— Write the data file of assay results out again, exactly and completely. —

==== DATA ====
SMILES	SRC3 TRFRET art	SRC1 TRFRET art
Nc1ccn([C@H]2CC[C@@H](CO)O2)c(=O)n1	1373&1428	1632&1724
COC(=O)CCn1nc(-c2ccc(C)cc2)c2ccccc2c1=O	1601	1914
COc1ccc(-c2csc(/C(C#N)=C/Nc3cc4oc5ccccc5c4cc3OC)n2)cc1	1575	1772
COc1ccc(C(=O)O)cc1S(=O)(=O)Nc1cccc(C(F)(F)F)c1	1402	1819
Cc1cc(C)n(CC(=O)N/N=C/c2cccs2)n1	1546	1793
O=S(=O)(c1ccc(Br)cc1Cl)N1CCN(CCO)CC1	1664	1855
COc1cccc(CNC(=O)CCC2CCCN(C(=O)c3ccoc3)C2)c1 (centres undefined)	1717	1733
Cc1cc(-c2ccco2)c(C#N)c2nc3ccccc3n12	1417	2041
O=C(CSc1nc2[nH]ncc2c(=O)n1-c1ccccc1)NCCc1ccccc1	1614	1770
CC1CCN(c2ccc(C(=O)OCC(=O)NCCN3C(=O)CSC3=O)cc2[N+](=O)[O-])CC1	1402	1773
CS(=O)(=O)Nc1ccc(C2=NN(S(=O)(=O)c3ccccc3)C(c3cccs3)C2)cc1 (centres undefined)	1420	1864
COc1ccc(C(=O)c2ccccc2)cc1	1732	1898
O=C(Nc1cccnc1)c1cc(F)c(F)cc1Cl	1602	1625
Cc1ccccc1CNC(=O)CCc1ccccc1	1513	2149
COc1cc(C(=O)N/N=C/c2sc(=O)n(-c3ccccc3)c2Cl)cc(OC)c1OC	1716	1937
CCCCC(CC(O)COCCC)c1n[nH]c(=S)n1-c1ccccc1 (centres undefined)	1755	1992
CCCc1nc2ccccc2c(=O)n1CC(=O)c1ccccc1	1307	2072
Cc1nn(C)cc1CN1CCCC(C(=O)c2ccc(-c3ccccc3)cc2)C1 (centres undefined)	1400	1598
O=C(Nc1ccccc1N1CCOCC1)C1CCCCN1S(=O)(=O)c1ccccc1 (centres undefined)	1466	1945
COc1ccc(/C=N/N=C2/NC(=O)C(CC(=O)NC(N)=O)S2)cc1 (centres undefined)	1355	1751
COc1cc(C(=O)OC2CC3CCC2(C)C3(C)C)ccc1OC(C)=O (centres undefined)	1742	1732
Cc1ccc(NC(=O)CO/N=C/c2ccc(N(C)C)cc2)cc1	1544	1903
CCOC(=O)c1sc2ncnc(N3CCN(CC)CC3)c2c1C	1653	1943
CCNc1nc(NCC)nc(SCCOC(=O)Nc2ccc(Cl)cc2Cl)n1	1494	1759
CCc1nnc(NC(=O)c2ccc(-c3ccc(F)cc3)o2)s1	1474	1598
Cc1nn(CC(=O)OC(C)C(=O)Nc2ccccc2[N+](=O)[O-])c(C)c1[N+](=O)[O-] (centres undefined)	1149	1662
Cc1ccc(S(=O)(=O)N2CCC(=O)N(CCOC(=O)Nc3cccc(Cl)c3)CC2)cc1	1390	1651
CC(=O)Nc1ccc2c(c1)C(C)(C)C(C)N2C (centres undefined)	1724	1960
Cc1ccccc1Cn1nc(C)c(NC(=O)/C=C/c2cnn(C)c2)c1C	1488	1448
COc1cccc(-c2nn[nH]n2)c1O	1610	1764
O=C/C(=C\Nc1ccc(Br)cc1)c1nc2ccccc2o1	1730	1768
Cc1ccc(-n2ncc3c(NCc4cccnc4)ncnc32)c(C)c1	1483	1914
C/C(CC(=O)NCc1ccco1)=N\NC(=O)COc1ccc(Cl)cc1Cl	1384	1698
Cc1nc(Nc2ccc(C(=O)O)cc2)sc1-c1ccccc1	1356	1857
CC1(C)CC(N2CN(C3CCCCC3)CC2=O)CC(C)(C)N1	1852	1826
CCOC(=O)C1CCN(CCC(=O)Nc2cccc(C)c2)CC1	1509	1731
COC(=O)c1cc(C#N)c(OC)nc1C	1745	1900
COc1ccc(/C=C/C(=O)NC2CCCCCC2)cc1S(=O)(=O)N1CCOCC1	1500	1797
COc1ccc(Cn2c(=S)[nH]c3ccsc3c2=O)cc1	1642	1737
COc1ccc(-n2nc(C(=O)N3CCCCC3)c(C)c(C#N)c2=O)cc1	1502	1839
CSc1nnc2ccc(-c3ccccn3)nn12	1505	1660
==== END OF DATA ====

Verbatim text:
SMILES	SRC3 TRFRET art	SRC1 TRFRET art
Nc1ccn([C@H]2CC[C@@H](CO)O2)c(=O)n1	1373&1428	1632&1724
COC(=O)CCn1nc(-c2ccc(C)cc2)c2ccccc2c1=O	1601	1914
COc1ccc(-c2csc(/C(C#N)=C/Nc3cc4oc5ccccc5c4cc3OC)n2)cc1	1575	1772
COc1ccc(C(=O)O)cc1S(=O)(=O)Nc1cccc(C(F)(F)F)c1	1402	1819
Cc1cc(C)n(CC(=O)N/N=C/c2cccs2)n1	1546	1793
O=S(=O)(c1ccc(Br)cc1Cl)N1CCN(CCO)CC1	1664	1855
COc1cccc(CNC(=O)CCC2CCCN(C(=O)c3ccoc3)C2)c1 (centres undefined)	1717	1733
Cc1cc(-c2ccco2)c(C#N)c2nc3ccccc3n12	1417	2041
O=C(CSc1nc2[nH]ncc2c(=O)n1-c1ccccc1)NCCc1ccccc1	1614	1770
CC1CCN(c2ccc(C(=O)OCC(=O)NCCN3C(=O)CSC3=O)cc2[N+](=O)[O-])CC1	1402	1773
CS(=O)(=O)Nc1ccc(C2=NN(S(=O)(=O)c3ccccc3)C(c3cccs3)C2)cc1 (centres undefined)	1420	1864
COc1ccc(C(=O)c2ccccc2)cc1	1732	1898
O=C(Nc1cccnc1)c1cc(F)c(F)cc1Cl	1602	1625
Cc1ccccc1CNC(=O)CCc1ccccc1	1513	2149
COc1cc(C(=O)N/N=C/c2sc(=O)n(-c3ccccc3)c2Cl)cc(OC)c1OC	1716	1937
CCCCC(CC(O)COCCC)c1n[nH]c(=S)n1-c1ccccc1 (centres undefined)	1755	1992
CCCc1nc2ccccc2c(=O)n1CC(=O)c1ccccc1	1307	2072
Cc1nn(C)cc1CN1CCCC(C(=O)c2ccc(-c3ccccc3)cc2)C1 (centres undefined)	1400	1598
O=C(Nc1ccccc1N1CCOCC1)C1CCCCN1S(=O)(=O)c1ccccc1 (centres undefined)	1466	1945
COc1ccc(/C=N/N=C2/NC(=O)C(CC(=O)NC(N)=O)S2)cc1 (centres undefined)	1355	1751
COc1cc(C(=O)OC2CC3CCC2(C)C3(C)C)ccc1OC(C)=O (centres undefined)	1742	1732
Cc1ccc(NC(=O)CO/N=C/c2ccc(N(C)C)cc2)cc1	1544	1903
CCOC(=O)c1sc2ncnc(N3CCN(CC)CC3)c2c1C	1653	1943
CCNc1nc(NCC)nc(SCCOC(=O)Nc2ccc(Cl)cc2Cl)n1	1494	1759
CCc1nnc(NC(=O)c2ccc(-c3ccc(F)cc3)o2)s1	1474	1598
Cc1nn(CC(=O)OC(C)C(=O)Nc2ccccc2[N+](=O)[O-])c(C)c1[N+](=O)[O-] (centres undefined)	1149	1662
Cc1ccc(S(=O)(=O)N2CCC(=O)N(CCOC(=O)Nc3cccc(Cl)c3)CC2)cc1	1390	1651
CC(=O)Nc1ccc2c(c1)C(C)(C)C(C)N2C (centres undefined)	1724	1960
Cc1ccccc1Cn1nc(C)c(NC(=O)/C=C/c2cnn(C)c2)c1C	1488	1448
COc1cccc(-c2nn[nH]n2)c1O	1610	1764
O=C/C(=C\Nc1ccc(Br)cc1)c1nc2ccccc2o1	1730	1768
Cc1ccc(-n2ncc3c(NCc4cccnc4)ncnc32)c(C)c1	1483	1914
C/C(CC(=O)NCc1ccco1)=N\NC(=O)COc1ccc(Cl)cc1Cl	1384	1698
Cc1nc(Nc2ccc(C(=O)O)cc2)sc1-c1ccccc1	1356	1857
CC1(C)CC(N2CN(C3CCCCC3)CC2=O)CC(C)(C)N1	1852	1826
CCOC(=O)C1CCN(CCC(=O)Nc2cccc(C)c2)CC1	1509	1731
COC(=O)c1cc(C#N)c(OC)nc1C	1745	1900
COc1ccc(/C=C/C(=O)NC2CCCCCC2)cc1S(=O)(=O)N1CCOCC1	1500	1797
COc1ccc(Cn2c(=S)[nH]c3ccsc3c2=O)cc1	1642	1737
COc1ccc(-n2nc(C(=O)N3CCCCC3)c(C)c(C#N)c2=O)cc1	1502	1839
CSc1nnc2ccc(-c3ccccn3)nn12	1505	1660